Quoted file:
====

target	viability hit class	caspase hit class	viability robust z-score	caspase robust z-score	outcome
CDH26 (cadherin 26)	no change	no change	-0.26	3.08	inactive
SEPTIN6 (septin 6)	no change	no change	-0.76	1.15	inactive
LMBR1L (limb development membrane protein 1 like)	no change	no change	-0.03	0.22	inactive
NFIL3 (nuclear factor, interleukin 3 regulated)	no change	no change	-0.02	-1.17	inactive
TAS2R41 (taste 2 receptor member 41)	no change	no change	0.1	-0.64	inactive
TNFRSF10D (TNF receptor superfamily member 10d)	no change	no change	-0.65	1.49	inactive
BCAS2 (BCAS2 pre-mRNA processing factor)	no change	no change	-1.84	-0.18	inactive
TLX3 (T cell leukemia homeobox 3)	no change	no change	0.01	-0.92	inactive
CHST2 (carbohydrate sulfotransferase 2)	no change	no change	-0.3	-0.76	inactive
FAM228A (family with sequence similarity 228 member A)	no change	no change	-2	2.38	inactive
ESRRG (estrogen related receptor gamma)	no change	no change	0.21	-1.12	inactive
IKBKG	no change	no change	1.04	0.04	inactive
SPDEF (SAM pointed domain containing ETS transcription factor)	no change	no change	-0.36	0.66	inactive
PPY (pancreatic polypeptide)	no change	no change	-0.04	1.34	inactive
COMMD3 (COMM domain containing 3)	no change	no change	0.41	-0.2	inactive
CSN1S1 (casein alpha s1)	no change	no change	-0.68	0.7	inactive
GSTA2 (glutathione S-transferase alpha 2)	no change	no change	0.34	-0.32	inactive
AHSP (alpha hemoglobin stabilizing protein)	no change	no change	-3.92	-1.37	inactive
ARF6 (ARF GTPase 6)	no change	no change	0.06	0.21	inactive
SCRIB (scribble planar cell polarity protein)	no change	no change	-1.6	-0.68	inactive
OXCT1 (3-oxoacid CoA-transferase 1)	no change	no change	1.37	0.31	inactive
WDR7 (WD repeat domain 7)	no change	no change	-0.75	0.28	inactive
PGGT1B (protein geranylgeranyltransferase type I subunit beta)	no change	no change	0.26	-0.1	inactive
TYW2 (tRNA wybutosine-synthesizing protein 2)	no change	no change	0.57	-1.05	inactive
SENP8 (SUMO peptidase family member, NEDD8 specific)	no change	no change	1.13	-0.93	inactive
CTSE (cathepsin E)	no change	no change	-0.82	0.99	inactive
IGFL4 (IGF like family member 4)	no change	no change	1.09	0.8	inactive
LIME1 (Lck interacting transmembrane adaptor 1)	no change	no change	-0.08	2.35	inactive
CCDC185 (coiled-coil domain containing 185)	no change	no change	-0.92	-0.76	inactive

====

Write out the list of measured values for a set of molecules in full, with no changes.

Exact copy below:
target	viability hit class	caspase hit class	viability robust z-score	caspase robust z-score	outcome
CDH26 (cadherin 26)	no change	no change	-0.26	3.08	inactive
SEPTIN6 (septin 6)	no change	no change	-0.76	1.15	inactive
LMBR1L (limb development membrane protein 1 like)	no change	no change	-0.03	0.22	inactive
NFIL3 (nuclear factor, interleukin 3 regulated)	no change	no change	-0.02	-1.17	inactive
TAS2R41 (taste 2 receptor member 41)	no change	no change	0.1	-0.64	inactive
TNFRSF10D (TNF receptor superfamily member 10d)	no change	no change	-0.65	1.49	inactive
BCAS2 (BCAS2 pre-mRNA processing factor)	no change	no change	-1.84	-0.18	inactive
TLX3 (T cell leukemia homeobox 3)	no change	no change	0.01	-0.92	inactive
CHST2 (carbohydrate sulfotransferase 2)	no change	no change	-0.3	-0.76	inactive
FAM228A (family with sequence similarity 228 member A)	no change	no change	-2	2.38	inactive
ESRRG (estrogen related receptor gamma)	no change	no change	0.21	-1.12	inactive
IKBKG	no change	no change	1.04	0.04	inactive
SPDEF (SAM pointed domain containing ETS transcription factor)	no change	no change	-0.36	0.66	inactive
PPY (pancreatic polypeptide)	no change	no change	-0.04	1.34	inactive
COMMD3 (COMM domain containing 3)	no change	no change	0.41	-0.2	inactive
CSN1S1 (casein alpha s1)	no change	no change	-0.68	0.7	inactive
GSTA2 (glutathione S-transferase alpha 2)	no change	no change	0.34	-0.32	inactive
AHSP (alpha hemoglobin stabilizing protein)	no change	no change	-3.92	-1.37	inactive
ARF6 (ARF GTPase 6)	no change	no change	0.06	0.21	inactive
SCRIB (scribble planar cell polarity protein)	no change	no change	-1.6	-0.68	inactive
OXCT1 (3-oxoacid CoA-transferase 1)	no change	no change	1.37	0.31	inactive
WDR7 (WD repeat domain 7)	no change	no change	-0.75	0.28	inactive
PGGT1B (protein geranylgeranyltransferase type I subunit beta)	no change	no change	0.26	-0.1	inactive
TYW2 (tRNA wybutosine-synthesizing protein 2)	no change	no change	0.57	-1.05	inactive
SENP8 (SUMO peptidase family member, NEDD8 specific)	no change	no change	1.13	-0.93	inactive
CTSE (cathepsin E)	no change	no change	-0.82	0.99	inactive
IGFL4 (IGF like family member 4)	no change	no change	1.09	0.8	inactive
LIME1 (Lck interacting transmembrane adaptor 1)	no change	no change	-0.08	2.35	inactive
CCDC185 (coiled-coil domain containing 185)	no change	no change	-0.92	-0.76	inactive